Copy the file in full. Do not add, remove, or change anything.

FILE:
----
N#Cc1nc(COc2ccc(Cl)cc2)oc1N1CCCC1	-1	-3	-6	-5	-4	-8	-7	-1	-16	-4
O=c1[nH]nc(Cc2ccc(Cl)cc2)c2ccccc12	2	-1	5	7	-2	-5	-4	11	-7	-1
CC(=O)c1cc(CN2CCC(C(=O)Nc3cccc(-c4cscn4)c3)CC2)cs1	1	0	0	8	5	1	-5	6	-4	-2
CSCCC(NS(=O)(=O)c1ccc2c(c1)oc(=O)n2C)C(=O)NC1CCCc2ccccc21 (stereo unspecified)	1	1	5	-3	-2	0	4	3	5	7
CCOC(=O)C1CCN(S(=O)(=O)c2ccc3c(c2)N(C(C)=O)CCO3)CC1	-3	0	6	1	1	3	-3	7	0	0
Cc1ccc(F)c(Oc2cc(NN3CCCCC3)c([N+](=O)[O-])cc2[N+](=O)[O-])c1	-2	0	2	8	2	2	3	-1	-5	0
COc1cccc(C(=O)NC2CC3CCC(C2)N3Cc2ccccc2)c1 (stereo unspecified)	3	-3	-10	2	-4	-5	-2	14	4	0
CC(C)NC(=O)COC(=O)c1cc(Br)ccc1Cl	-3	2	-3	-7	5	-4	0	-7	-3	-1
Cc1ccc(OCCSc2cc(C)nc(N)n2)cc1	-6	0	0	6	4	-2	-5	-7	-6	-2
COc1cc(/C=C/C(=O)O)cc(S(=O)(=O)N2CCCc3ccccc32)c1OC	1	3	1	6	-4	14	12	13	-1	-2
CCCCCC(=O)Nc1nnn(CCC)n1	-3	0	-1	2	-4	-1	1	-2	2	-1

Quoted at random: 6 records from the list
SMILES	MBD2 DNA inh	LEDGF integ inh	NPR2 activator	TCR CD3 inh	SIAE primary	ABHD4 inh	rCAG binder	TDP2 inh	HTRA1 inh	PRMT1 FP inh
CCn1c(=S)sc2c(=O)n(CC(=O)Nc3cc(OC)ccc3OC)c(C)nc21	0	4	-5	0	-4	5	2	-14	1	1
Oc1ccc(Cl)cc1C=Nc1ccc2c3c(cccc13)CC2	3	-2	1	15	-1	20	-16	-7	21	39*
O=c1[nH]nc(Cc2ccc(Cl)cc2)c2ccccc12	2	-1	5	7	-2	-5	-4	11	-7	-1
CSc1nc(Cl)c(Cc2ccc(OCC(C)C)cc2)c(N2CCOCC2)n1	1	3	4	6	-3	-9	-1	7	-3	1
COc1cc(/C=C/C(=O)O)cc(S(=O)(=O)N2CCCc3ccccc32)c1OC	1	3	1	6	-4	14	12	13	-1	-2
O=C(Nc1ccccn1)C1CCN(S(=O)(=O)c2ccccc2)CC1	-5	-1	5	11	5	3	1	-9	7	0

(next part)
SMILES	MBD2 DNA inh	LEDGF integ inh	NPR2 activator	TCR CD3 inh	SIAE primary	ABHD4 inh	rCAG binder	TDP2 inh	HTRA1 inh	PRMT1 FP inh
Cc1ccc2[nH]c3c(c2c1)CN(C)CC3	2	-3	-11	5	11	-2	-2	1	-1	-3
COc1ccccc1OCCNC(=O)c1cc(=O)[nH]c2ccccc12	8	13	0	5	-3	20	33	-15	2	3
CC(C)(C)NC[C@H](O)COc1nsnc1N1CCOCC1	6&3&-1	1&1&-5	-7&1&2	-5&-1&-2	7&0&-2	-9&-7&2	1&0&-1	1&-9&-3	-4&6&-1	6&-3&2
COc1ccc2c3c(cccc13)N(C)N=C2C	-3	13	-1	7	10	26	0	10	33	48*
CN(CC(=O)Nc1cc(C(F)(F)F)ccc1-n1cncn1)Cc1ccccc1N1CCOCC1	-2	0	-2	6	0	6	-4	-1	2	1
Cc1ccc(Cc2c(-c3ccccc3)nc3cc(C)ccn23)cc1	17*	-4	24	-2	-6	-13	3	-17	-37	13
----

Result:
N#Cc1nc(COc2ccc(Cl)cc2)oc1N1CCCC1	-1	-3	-6	-5	-4	-8	-7	-1	-16	-4
O=c1[nH]nc(Cc2ccc(Cl)cc2)c2ccccc12	2	-1	5	7	-2	-5	-4	11	-7	-1
CC(=O)c1cc(CN2CCC(C(=O)Nc3cccc(-c4cscn4)c3)CC2)cs1	1	0	0	8	5	1	-5	6	-4	-2
CSCCC(NS(=O)(=O)c1ccc2c(c1)oc(=O)n2C)C(=O)NC1CCCc2ccccc21 (stereo unspecified)	1	1	5	-3	-2	0	4	3	5	7
CCOC(=O)C1CCN(S(=O)(=O)c2ccc3c(c2)N(C(C)=O)CCO3)CC1	-3	0	6	1	1	3	-3	7	0	0
Cc1ccc(F)c(Oc2cc(NN3CCCCC3)c([N+](=O)[O-])cc2[N+](=O)[O-])c1	-2	0	2	8	2	2	3	-1	-5	0
COc1cccc(C(=O)NC2CC3CCC(C2)N3Cc2ccccc2)c1 (stereo unspecified)	3	-3	-10	2	-4	-5	-2	14	4	0
CC(C)NC(=O)COC(=O)c1cc(Br)ccc1Cl	-3	2	-3	-7	5	-4	0	-7	-3	-1
Cc1ccc(OCCSc2cc(C)nc(N)n2)cc1	-6	0	0	6	4	-2	-5	-7	-6	-2
COc1cc(/C=C/C(=O)O)cc(S(=O)(=O)N2CCCc3ccccc32)c1OC	1	3	1	6	-4	14	12	13	-1	-2
CCCCCC(=O)Nc1nnn(CCC)n1	-3	0	-1	2	-4	-1	1	-2	2	-1

Quoted at random: 6 records from the list
SMILES	MBD2 DNA inh	LEDGF integ inh	NPR2 activator	TCR CD3 inh	SIAE primary	ABHD4 inh	rCAG binder	TDP2 inh	HTRA1 inh	PRMT1 FP inh
CCn1c(=S)sc2c(=O)n(CC(=O)Nc3cc(OC)ccc3OC)c(C)nc21	0	4	-5	0	-4	5	2	-14	1	1
Oc1ccc(Cl)cc1C=Nc1ccc2c3c(cccc13)CC2	3	-2	1	15	-1	20	-16	-7	21	39*
O=c1[nH]nc(Cc2ccc(Cl)cc2)c2ccccc12	2	-1	5	7	-2	-5	-4	11	-7	-1
CSc1nc(Cl)c(Cc2ccc(OCC(C)C)cc2)c(N2CCOCC2)n1	1	3	4	6	-3	-9	-1	7	-3	1
COc1cc(/C=C/C(=O)O)cc(S(=O)(=O)N2CCCc3ccccc32)c1OC	1	3	1	6	-4	14	12	13	-1	-2
O=C(Nc1ccccn1)C1CCN(S(=O)(=O)c2ccccc2)CC1	-5	-1	5	11	5	3	1	-9	7	0

(next part)
SMILES	MBD2 DNA inh	LEDGF integ inh	NPR2 activator	TCR CD3 inh	SIAE primary	ABHD4 inh	rCAG binder	TDP2 inh	HTRA1 inh	PRMT1 FP inh
Cc1ccc2[nH]c3c(c2c1)CN(C)CC3	2	-3	-11	5	11	-2	-2	1	-1	-3
COc1ccccc1OCCNC(=O)c1cc(=O)[nH]c2ccccc12	8	13	0	5	-3	20	33	-15	2	3
CC(C)(C)NC[C@H](O)COc1nsnc1N1CCOCC1	6&3&-1	1&1&-5	-7&1&2	-5&-1&-2	7&0&-2	-9&-7&2	1&0&-1	1&-9&-3	-4&6&-1	6&-3&2
COc1ccc2c3c(cccc13)N(C)N=C2C	-3	13	-1	7	10	26	0	10	33	48*
CN(CC(=O)Nc1cc(C(F)(F)F)ccc1-n1cncn1)Cc1ccccc1N1CCOCC1	-2	0	-2	6	0	6	-4	-1	2	1
Cc1ccc(Cc2c(-c3ccccc3)nc3cc(C)ccn23)cc1	17*	-4	24	-2	-6	-13	3	-17	-37	13